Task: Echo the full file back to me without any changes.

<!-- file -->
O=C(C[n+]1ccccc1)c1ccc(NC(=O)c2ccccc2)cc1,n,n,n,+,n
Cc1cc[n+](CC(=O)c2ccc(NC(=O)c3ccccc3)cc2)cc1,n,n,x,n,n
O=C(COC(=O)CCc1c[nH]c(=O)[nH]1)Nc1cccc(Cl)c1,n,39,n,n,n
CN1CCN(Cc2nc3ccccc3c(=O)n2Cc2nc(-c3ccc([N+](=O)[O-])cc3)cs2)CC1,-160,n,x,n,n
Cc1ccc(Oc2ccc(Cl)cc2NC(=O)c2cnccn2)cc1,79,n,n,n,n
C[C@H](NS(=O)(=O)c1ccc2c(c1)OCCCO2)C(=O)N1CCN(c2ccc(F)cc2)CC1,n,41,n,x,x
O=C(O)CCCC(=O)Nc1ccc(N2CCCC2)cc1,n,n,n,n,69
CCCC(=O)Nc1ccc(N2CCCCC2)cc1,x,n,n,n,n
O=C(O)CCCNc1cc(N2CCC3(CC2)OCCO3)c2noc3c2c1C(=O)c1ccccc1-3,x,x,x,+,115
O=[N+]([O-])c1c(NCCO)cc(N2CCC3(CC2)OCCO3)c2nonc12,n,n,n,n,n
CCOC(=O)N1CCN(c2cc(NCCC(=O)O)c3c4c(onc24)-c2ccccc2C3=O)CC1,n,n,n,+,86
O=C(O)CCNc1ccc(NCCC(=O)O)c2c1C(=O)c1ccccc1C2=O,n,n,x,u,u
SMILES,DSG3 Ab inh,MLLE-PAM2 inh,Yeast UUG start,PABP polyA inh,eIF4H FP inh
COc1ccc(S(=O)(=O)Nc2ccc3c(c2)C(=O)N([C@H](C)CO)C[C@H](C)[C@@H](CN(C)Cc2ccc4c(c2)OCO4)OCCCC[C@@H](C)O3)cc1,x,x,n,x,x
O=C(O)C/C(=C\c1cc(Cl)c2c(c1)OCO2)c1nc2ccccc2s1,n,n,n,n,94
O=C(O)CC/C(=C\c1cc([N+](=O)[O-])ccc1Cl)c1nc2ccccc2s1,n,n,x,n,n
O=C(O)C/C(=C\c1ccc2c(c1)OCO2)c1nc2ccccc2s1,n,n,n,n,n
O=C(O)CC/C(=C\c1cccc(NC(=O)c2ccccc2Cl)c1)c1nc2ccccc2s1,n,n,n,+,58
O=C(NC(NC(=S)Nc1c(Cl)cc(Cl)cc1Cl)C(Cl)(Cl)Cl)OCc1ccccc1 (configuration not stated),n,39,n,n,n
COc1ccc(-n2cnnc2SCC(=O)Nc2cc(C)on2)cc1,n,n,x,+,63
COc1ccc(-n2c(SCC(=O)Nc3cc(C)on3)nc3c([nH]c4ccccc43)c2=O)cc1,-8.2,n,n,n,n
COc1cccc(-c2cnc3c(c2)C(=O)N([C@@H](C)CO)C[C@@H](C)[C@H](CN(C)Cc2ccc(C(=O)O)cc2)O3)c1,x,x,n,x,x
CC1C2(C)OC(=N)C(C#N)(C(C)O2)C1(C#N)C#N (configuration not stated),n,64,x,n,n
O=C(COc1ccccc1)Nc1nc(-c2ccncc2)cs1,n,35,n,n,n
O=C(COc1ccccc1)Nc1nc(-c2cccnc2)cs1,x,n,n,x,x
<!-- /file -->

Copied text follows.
O=C(C[n+]1ccccc1)c1ccc(NC(=O)c2ccccc2)cc1,n,n,n,+,n
Cc1cc[n+](CC(=O)c2ccc(NC(=O)c3ccccc3)cc2)cc1,n,n,x,n,n
O=C(COC(=O)CCc1c[nH]c(=O)[nH]1)Nc1cccc(Cl)c1,n,39,n,n,n
CN1CCN(Cc2nc3ccccc3c(=O)n2Cc2nc(-c3ccc([N+](=O)[O-])cc3)cs2)CC1,-160,n,x,n,n
Cc1ccc(Oc2ccc(Cl)cc2NC(=O)c2cnccn2)cc1,79,n,n,n,n
C[C@H](NS(=O)(=O)c1ccc2c(c1)OCCCO2)C(=O)N1CCN(c2ccc(F)cc2)CC1,n,41,n,x,x
O=C(O)CCCC(=O)Nc1ccc(N2CCCC2)cc1,n,n,n,n,69
CCCC(=O)Nc1ccc(N2CCCCC2)cc1,x,n,n,n,n
O=C(O)CCCNc1cc(N2CCC3(CC2)OCCO3)c2noc3c2c1C(=O)c1ccccc1-3,x,x,x,+,115
O=[N+]([O-])c1c(NCCO)cc(N2CCC3(CC2)OCCO3)c2nonc12,n,n,n,n,n
CCOC(=O)N1CCN(c2cc(NCCC(=O)O)c3c4c(onc24)-c2ccccc2C3=O)CC1,n,n,n,+,86
O=C(O)CCNc1ccc(NCCC(=O)O)c2c1C(=O)c1ccccc1C2=O,n,n,x,u,u
SMILES,DSG3 Ab inh,MLLE-PAM2 inh,Yeast UUG start,PABP polyA inh,eIF4H FP inh
COc1ccc(S(=O)(=O)Nc2ccc3c(c2)C(=O)N([C@H](C)CO)C[C@H](C)[C@@H](CN(C)Cc2ccc4c(c2)OCO4)OCCCC[C@@H](C)O3)cc1,x,x,n,x,x
O=C(O)C/C(=C\c1cc(Cl)c2c(c1)OCO2)c1nc2ccccc2s1,n,n,n,n,94
O=C(O)CC/C(=C\c1cc([N+](=O)[O-])ccc1Cl)c1nc2ccccc2s1,n,n,x,n,n
O=C(O)C/C(=C\c1ccc2c(c1)OCO2)c1nc2ccccc2s1,n,n,n,n,n
O=C(O)CC/C(=C\c1cccc(NC(=O)c2ccccc2Cl)c1)c1nc2ccccc2s1,n,n,n,+,58
O=C(NC(NC(=S)Nc1c(Cl)cc(Cl)cc1Cl)C(Cl)(Cl)Cl)OCc1ccccc1 (configuration not stated),n,39,n,n,n
COc1ccc(-n2cnnc2SCC(=O)Nc2cc(C)on2)cc1,n,n,x,+,63
COc1ccc(-n2c(SCC(=O)Nc3cc(C)on3)nc3c([nH]c4ccccc43)c2=O)cc1,-8.2,n,n,n,n
COc1cccc(-c2cnc3c(c2)C(=O)N([C@@H](C)CO)C[C@@H](C)[C@H](CN(C)Cc2ccc(C(=O)O)cc2)O3)c1,x,x,n,x,x
CC1C2(C)OC(=N)C(C#N)(C(C)O2)C1(C#N)C#N (configuration not stated),n,64,x,n,n
O=C(COc1ccccc1)Nc1nc(-c2ccncc2)cs1,n,35,n,n,n
O=C(COc1ccccc1)Nc1nc(-c2cccnc2)cs1,x,n,n,x,x